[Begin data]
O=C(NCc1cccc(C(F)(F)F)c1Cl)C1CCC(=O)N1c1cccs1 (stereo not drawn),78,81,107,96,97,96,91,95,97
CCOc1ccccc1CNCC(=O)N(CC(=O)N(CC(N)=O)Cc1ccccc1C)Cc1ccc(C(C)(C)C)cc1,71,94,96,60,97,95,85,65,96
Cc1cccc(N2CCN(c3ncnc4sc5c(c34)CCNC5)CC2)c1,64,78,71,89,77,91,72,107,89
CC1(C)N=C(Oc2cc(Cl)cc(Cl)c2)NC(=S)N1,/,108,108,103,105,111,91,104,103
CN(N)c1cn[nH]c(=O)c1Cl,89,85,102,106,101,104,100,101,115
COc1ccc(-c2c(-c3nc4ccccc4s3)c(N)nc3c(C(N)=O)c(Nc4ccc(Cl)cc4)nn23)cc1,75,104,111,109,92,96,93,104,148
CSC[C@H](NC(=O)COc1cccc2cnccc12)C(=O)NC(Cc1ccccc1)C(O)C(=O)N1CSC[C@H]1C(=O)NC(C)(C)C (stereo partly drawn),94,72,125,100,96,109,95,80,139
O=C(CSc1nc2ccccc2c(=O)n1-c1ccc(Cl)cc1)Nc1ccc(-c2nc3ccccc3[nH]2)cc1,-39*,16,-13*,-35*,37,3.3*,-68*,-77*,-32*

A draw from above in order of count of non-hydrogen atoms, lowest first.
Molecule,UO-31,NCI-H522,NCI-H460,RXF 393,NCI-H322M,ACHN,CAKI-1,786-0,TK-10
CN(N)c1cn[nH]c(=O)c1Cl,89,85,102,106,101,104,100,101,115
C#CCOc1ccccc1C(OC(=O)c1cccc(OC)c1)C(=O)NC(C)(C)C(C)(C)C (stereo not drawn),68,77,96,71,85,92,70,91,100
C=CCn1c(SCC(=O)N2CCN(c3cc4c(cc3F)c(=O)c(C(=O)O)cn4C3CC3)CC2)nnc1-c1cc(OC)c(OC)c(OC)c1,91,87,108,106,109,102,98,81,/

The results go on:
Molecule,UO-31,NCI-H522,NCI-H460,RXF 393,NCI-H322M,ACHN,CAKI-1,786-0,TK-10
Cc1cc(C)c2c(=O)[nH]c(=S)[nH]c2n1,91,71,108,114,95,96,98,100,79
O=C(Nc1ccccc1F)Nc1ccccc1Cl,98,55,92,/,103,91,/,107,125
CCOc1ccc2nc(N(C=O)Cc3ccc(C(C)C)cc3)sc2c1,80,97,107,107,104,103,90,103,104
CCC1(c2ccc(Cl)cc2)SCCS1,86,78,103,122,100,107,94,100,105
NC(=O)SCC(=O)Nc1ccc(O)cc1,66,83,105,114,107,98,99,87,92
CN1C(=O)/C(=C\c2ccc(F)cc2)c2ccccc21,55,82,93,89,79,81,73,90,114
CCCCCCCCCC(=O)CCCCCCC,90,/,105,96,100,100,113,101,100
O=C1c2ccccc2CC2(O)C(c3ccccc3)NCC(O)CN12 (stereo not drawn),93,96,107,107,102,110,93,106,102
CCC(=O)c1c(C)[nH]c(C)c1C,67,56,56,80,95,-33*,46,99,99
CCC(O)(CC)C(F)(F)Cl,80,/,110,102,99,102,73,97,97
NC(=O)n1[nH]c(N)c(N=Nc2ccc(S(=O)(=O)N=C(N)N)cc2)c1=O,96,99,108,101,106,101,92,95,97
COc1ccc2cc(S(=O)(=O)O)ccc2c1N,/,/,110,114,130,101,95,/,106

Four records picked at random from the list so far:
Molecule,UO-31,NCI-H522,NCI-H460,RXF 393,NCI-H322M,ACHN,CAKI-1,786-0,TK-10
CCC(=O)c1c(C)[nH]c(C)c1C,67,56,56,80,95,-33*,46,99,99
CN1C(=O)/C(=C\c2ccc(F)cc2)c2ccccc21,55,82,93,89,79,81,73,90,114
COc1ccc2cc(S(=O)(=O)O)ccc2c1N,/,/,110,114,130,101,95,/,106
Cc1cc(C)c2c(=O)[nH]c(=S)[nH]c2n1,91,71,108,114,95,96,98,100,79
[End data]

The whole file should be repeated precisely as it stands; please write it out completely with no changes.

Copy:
O=C(NCc1cccc(C(F)(F)F)c1Cl)C1CCC(=O)N1c1cccs1 (stereo not drawn),78,81,107,96,97,96,91,95,97
CCOc1ccccc1CNCC(=O)N(CC(=O)N(CC(N)=O)Cc1ccccc1C)Cc1ccc(C(C)(C)C)cc1,71,94,96,60,97,95,85,65,96
Cc1cccc(N2CCN(c3ncnc4sc5c(c34)CCNC5)CC2)c1,64,78,71,89,77,91,72,107,89
CC1(C)N=C(Oc2cc(Cl)cc(Cl)c2)NC(=S)N1,/,108,108,103,105,111,91,104,103
CN(N)c1cn[nH]c(=O)c1Cl,89,85,102,106,101,104,100,101,115
COc1ccc(-c2c(-c3nc4ccccc4s3)c(N)nc3c(C(N)=O)c(Nc4ccc(Cl)cc4)nn23)cc1,75,104,111,109,92,96,93,104,148
CSC[C@H](NC(=O)COc1cccc2cnccc12)C(=O)NC(Cc1ccccc1)C(O)C(=O)N1CSC[C@H]1C(=O)NC(C)(C)C (stereo partly drawn),94,72,125,100,96,109,95,80,139
O=C(CSc1nc2ccccc2c(=O)n1-c1ccc(Cl)cc1)Nc1ccc(-c2nc3ccccc3[nH]2)cc1,-39*,16,-13*,-35*,37,3.3*,-68*,-77*,-32*

A draw from above in order of count of non-hydrogen atoms, lowest first.
Molecule,UO-31,NCI-H522,NCI-H460,RXF 393,NCI-H322M,ACHN,CAKI-1,786-0,TK-10
CN(N)c1cn[nH]c(=O)c1Cl,89,85,102,106,101,104,100,101,115
C#CCOc1ccccc1C(OC(=O)c1cccc(OC)c1)C(=O)NC(C)(C)C(C)(C)C (stereo not drawn),68,77,96,71,85,92,70,91,100
C=CCn1c(SCC(=O)N2CCN(c3cc4c(cc3F)c(=O)c(C(=O)O)cn4C3CC3)CC2)nnc1-c1cc(OC)c(OC)c(OC)c1,91,87,108,106,109,102,98,81,/

The results go on:
Molecule,UO-31,NCI-H522,NCI-H460,RXF 393,NCI-H322M,ACHN,CAKI-1,786-0,TK-10
Cc1cc(C)c2c(=O)[nH]c(=S)[nH]c2n1,91,71,108,114,95,96,98,100,79
O=C(Nc1ccccc1F)Nc1ccccc1Cl,98,55,92,/,103,91,/,107,125
CCOc1ccc2nc(N(C=O)Cc3ccc(C(C)C)cc3)sc2c1,80,97,107,107,104,103,90,103,104
CCC1(c2ccc(Cl)cc2)SCCS1,86,78,103,122,100,107,94,100,105
NC(=O)SCC(=O)Nc1ccc(O)cc1,66,83,105,114,107,98,99,87,92
CN1C(=O)/C(=C\c2ccc(F)cc2)c2ccccc21,55,82,93,89,79,81,73,90,114
CCCCCCCCCC(=O)CCCCCCC,90,/,105,96,100,100,113,101,100
O=C1c2ccccc2CC2(O)C(c3ccccc3)NCC(O)CN12 (stereo not drawn),93,96,107,107,102,110,93,106,102
CCC(=O)c1c(C)[nH]c(C)c1C,67,56,56,80,95,-33*,46,99,99
CCC(O)(CC)C(F)(F)Cl,80,/,110,102,99,102,73,97,97
NC(=O)n1[nH]c(N)c(N=Nc2ccc(S(=O)(=O)N=C(N)N)cc2)c1=O,96,99,108,101,106,101,92,95,97
COc1ccc2cc(S(=O)(=O)O)ccc2c1N,/,/,110,114,130,101,95,/,106

Four records picked at random from the list so far:
Molecule,UO-31,NCI-H522,NCI-H460,RXF 393,NCI-H322M,ACHN,CAKI-1,786-0,TK-10
CCC(=O)c1c(C)[nH]c(C)c1C,67,56,56,80,95,-33*,46,99,99
CN1C(=O)/C(=C\c2ccc(F)cc2)c2ccccc21,55,82,93,89,79,81,73,90,114
COc1ccc2cc(S(=O)(=O)O)ccc2c1N,/,/,110,114,130,101,95,/,106
Cc1cc(C)c2c(=O)[nH]c(=S)[nH]c2n1,91,71,108,114,95,96,98,100,79